The city is currently on track for a double-digit increase in the murder rate this year, according to the latest crime statistics. Homicides totaled 464 through Thursday, up 16 percent from the 400 reported at this time last year, and only seven less than the total from 2009. Even so, the statistics aren't worrying NYPD officials, perhaps because of their notorious reliability. "Things have generally been going in the right direction," Police Commissioner Ray Kelly said.
Even if the current murder pace holds, the city is looking at the third lowest number of murders since reliable record-keeping began in 1962. Last year, there were 471 murders, the lowest number of murders on record. Andrew Karmen, a professor at John Jay College of Criminal Justice, noted that "This is not the first year there's been a spike or some backsliding. One bad year does not make a trend."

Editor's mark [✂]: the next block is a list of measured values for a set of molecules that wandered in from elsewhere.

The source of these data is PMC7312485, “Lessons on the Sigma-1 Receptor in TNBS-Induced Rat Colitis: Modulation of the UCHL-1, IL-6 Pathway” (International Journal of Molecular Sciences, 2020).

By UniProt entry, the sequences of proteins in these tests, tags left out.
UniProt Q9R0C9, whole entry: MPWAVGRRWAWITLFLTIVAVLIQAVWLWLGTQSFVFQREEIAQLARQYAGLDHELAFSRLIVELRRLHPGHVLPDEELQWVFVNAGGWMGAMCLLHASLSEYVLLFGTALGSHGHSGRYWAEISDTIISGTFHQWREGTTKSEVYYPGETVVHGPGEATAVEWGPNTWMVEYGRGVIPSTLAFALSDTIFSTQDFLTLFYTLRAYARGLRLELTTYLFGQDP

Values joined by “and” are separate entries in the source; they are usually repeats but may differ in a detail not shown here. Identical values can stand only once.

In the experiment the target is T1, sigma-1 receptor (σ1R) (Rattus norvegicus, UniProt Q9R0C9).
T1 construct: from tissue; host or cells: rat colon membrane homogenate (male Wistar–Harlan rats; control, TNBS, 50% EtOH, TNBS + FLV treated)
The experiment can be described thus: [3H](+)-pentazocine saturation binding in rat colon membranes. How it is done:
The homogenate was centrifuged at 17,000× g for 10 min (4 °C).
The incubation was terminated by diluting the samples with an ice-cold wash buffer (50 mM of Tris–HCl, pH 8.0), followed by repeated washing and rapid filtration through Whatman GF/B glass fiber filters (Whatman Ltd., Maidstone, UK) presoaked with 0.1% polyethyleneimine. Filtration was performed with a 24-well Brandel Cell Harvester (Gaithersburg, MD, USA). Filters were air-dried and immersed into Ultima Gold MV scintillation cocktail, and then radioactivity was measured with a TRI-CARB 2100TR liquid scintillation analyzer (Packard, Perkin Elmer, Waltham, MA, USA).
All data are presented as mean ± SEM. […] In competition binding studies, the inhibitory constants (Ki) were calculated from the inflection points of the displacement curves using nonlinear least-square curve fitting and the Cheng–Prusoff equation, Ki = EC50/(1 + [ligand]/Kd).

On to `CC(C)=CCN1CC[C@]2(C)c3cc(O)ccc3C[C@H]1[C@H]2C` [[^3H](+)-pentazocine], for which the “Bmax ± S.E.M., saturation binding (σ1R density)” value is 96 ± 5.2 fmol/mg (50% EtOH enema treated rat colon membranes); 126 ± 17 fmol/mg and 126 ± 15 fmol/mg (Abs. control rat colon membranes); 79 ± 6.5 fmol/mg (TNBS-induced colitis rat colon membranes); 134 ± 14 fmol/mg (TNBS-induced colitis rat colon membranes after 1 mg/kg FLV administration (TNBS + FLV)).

Officials can also point to other positives, such as the fact that police-involved shootings hit a record low last year. And they can blame recent budget cuts for reducing the overall size of the force, from a high of more than 40,000 in 2002 to roughly 34,800 officers. All this aside, crime statistics have been shown to be quite malleable in recent years, as revealed by the accusations made by former NYPD Officer Adrian Scholcraft.